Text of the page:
In a great digital experiment, Wired reporter Andy Greenberg played the roll of “crash-test dummy” as two hackers took him for the ride of his life in this late-model Jeep.
In the video, you’ll see just how easy it was for hackers Charlie Miller, a security engineer for Twitter, and Chris Valasek, director of vehicle safety research at Seattle-based IOActive, to take control of Greenberg’s vehicle. The pranks are simple to start — flipping on the fans and cranking the radio — but when they kill the engine, you can see Greenberg get a little bit nervous.
Miller and Valasek’s full arsenal includes functions that at lower speeds fully kill the engine, abruptly engage the brakes, or disable them altogether. The most disturbing maneuver came when they cut the Jeep’s brakes, leaving me frantically pumping the pedal as the 2-ton SUV slid uncontrollably into a ditch.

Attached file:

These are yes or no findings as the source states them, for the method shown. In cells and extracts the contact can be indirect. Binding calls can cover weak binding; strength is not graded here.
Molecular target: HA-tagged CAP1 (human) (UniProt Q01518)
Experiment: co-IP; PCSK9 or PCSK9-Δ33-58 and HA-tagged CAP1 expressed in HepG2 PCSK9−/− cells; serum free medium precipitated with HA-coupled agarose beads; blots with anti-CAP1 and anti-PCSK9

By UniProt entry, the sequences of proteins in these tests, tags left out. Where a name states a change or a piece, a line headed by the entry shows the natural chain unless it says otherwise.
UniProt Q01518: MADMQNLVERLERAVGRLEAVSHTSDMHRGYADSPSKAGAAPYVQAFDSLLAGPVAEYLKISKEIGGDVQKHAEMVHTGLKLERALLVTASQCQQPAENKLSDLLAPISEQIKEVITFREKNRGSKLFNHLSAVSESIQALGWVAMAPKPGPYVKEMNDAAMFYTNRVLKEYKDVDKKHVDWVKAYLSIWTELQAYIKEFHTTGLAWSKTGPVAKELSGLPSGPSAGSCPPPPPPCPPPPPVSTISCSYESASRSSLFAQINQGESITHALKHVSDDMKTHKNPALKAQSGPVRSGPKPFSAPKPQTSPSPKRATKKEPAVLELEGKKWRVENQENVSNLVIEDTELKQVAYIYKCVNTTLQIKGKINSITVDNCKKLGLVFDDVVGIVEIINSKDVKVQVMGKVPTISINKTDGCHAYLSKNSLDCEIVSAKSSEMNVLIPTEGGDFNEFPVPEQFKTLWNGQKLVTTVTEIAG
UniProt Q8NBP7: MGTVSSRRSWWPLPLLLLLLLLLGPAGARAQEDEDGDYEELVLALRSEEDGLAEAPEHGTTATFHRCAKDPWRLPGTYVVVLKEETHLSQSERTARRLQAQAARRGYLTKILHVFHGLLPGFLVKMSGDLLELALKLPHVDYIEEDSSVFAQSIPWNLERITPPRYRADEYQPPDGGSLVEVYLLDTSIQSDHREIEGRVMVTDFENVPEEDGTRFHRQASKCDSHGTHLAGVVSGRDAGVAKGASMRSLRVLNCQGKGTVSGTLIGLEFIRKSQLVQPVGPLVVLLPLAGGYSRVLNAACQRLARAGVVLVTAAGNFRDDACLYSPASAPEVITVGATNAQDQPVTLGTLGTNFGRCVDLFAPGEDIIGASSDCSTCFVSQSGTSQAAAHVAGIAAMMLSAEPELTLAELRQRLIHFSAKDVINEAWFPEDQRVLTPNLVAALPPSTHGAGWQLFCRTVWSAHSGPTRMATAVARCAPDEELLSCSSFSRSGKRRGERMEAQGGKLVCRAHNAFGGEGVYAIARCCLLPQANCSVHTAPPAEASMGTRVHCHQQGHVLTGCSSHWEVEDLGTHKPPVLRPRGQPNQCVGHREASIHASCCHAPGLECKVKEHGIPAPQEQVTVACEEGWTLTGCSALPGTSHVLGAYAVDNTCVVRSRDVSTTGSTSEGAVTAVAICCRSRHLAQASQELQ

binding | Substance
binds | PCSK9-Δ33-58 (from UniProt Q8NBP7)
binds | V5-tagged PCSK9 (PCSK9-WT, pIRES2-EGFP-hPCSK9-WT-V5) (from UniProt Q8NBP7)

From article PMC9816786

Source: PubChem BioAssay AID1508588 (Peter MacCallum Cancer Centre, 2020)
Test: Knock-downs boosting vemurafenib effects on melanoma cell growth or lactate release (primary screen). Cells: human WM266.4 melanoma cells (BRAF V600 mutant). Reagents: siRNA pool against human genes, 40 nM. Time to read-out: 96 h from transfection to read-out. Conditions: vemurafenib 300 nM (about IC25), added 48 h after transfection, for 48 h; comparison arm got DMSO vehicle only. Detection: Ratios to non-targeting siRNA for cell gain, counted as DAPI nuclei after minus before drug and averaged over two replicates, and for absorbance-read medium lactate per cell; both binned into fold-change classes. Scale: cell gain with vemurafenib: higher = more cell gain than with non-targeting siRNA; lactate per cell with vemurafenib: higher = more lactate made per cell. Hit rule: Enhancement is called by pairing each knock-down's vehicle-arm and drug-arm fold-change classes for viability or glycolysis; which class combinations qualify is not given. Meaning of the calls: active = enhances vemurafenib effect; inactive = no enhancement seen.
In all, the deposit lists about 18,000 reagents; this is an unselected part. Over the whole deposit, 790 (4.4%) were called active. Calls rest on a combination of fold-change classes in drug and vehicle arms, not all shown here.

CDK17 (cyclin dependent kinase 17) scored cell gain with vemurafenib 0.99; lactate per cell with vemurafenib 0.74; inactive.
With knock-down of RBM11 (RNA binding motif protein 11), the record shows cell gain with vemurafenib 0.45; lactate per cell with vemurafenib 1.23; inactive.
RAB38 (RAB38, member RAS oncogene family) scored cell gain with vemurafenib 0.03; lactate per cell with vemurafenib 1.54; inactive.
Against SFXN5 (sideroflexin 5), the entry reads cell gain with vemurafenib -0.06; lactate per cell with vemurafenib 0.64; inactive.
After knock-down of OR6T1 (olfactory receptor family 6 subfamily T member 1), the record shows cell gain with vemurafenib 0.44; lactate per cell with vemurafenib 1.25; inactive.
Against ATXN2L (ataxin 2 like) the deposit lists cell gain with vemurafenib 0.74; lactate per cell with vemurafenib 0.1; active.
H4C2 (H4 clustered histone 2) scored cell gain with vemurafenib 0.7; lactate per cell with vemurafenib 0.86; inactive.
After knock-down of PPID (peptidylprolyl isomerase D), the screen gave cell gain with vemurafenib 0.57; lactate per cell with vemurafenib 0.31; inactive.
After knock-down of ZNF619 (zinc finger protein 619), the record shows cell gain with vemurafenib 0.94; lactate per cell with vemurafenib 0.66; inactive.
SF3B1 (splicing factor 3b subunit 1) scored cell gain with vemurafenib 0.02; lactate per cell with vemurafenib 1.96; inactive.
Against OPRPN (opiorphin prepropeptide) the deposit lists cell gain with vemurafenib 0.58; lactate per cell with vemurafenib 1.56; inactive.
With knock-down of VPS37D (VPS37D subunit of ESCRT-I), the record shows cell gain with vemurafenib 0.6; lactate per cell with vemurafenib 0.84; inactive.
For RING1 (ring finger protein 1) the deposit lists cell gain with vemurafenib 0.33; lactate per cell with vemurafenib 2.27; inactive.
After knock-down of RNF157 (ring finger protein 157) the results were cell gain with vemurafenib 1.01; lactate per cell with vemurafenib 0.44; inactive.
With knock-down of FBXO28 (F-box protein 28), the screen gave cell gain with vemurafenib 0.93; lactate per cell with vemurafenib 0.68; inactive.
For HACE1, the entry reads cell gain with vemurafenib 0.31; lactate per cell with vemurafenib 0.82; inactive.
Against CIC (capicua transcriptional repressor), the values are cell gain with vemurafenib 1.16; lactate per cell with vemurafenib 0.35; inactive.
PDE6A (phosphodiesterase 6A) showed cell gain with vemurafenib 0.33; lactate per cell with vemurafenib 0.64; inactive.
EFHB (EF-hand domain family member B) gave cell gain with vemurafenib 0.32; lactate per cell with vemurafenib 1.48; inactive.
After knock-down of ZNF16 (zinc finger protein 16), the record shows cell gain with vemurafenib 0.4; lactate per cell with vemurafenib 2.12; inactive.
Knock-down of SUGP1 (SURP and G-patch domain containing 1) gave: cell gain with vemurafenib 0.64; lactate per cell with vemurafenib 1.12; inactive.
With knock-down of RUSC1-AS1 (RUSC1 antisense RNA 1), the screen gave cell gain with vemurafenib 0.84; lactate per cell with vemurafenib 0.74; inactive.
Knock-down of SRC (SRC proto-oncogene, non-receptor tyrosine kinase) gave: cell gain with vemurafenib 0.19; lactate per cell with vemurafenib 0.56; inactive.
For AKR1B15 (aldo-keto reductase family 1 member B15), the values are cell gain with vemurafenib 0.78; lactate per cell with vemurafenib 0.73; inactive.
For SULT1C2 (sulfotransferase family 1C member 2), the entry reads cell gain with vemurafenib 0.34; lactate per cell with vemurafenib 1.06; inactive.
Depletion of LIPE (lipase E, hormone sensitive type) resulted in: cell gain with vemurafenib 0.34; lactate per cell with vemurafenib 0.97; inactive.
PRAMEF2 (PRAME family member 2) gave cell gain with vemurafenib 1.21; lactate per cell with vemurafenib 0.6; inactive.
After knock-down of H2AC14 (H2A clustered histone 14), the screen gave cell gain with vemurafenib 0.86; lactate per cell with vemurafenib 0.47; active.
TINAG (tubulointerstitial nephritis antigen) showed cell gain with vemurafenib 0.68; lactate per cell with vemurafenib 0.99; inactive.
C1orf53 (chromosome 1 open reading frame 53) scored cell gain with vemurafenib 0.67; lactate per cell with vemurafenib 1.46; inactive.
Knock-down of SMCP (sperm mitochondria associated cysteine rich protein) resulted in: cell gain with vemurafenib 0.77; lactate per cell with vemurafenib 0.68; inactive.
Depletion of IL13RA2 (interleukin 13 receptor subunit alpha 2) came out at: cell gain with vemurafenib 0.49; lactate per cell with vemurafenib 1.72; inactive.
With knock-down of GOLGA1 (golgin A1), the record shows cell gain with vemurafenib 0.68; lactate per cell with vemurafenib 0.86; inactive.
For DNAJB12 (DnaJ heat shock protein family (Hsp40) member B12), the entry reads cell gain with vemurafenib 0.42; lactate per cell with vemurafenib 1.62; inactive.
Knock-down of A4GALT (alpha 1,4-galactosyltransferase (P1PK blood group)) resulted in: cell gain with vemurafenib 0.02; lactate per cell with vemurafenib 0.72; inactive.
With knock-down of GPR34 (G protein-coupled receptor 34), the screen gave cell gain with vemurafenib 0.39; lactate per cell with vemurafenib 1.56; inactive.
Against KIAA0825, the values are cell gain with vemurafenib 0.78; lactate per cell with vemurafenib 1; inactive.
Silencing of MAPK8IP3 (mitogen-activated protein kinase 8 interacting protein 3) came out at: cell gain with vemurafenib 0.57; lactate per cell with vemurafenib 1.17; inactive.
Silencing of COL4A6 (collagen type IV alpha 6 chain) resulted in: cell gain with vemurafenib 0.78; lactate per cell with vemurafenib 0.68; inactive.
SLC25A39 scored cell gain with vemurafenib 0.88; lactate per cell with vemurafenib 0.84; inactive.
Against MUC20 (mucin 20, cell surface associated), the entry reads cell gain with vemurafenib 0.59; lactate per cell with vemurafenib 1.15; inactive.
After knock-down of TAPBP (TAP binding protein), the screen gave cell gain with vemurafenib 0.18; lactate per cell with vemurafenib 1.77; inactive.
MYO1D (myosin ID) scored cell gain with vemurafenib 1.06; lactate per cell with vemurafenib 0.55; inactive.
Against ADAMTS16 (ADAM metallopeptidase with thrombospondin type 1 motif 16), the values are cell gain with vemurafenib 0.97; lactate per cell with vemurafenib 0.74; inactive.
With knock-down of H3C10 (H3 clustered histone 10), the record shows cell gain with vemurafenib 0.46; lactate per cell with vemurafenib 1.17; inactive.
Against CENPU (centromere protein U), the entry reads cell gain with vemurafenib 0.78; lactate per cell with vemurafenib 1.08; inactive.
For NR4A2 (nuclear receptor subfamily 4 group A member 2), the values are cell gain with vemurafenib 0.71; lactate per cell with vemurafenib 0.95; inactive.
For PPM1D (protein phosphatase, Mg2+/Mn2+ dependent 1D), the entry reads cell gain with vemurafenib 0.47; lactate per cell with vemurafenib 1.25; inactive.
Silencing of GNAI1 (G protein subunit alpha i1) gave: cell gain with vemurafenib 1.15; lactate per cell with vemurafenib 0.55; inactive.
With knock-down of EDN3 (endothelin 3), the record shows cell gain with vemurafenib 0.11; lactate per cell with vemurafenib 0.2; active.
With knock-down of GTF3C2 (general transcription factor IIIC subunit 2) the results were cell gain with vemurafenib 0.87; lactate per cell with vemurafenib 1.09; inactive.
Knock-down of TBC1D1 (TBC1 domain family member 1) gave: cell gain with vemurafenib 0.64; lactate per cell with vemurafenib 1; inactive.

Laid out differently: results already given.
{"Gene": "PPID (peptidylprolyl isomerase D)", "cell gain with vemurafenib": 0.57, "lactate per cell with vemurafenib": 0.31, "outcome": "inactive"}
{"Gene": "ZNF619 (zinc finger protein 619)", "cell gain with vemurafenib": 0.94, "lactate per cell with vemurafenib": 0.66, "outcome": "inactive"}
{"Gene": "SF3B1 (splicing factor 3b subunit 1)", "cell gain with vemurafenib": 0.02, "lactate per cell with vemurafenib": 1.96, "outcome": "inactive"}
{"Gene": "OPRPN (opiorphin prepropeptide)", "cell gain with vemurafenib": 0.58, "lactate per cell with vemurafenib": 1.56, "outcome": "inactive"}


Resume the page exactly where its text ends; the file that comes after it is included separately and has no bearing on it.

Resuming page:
It was part of a Wired experiment to see just how effective Miller and Valasek’s car-hacking abilities are, something the pair has been researching “over the past year,” according to Wired. The technique is called a “zero-day exploit,” which essentially would give hackers wireless control to “thousands” of Chrysler vehicles that have Uconnect, the car’s Wi-Fi enabled computer system connected to the Sprint network.
According to Wired, Miller has “scanned Sprint’s network multiple times for vulnerable vehicles and recorded their vehicle identification numbers. Plugging that data into an algorithm sometimes used for tagging and tracking wild animals to estimate their population size, he estimated that there are as many as 471,000 vehicles with vulnerable Uconnect systems on the road.”
Chrysler has issued a security patch for the data breach and is encouraging all owners to install the update.
That said, it shows some pretty hefty vulnerabilities in connected vehicles. Miller and Valasek will present some of the data at the Black Hat security conference in August.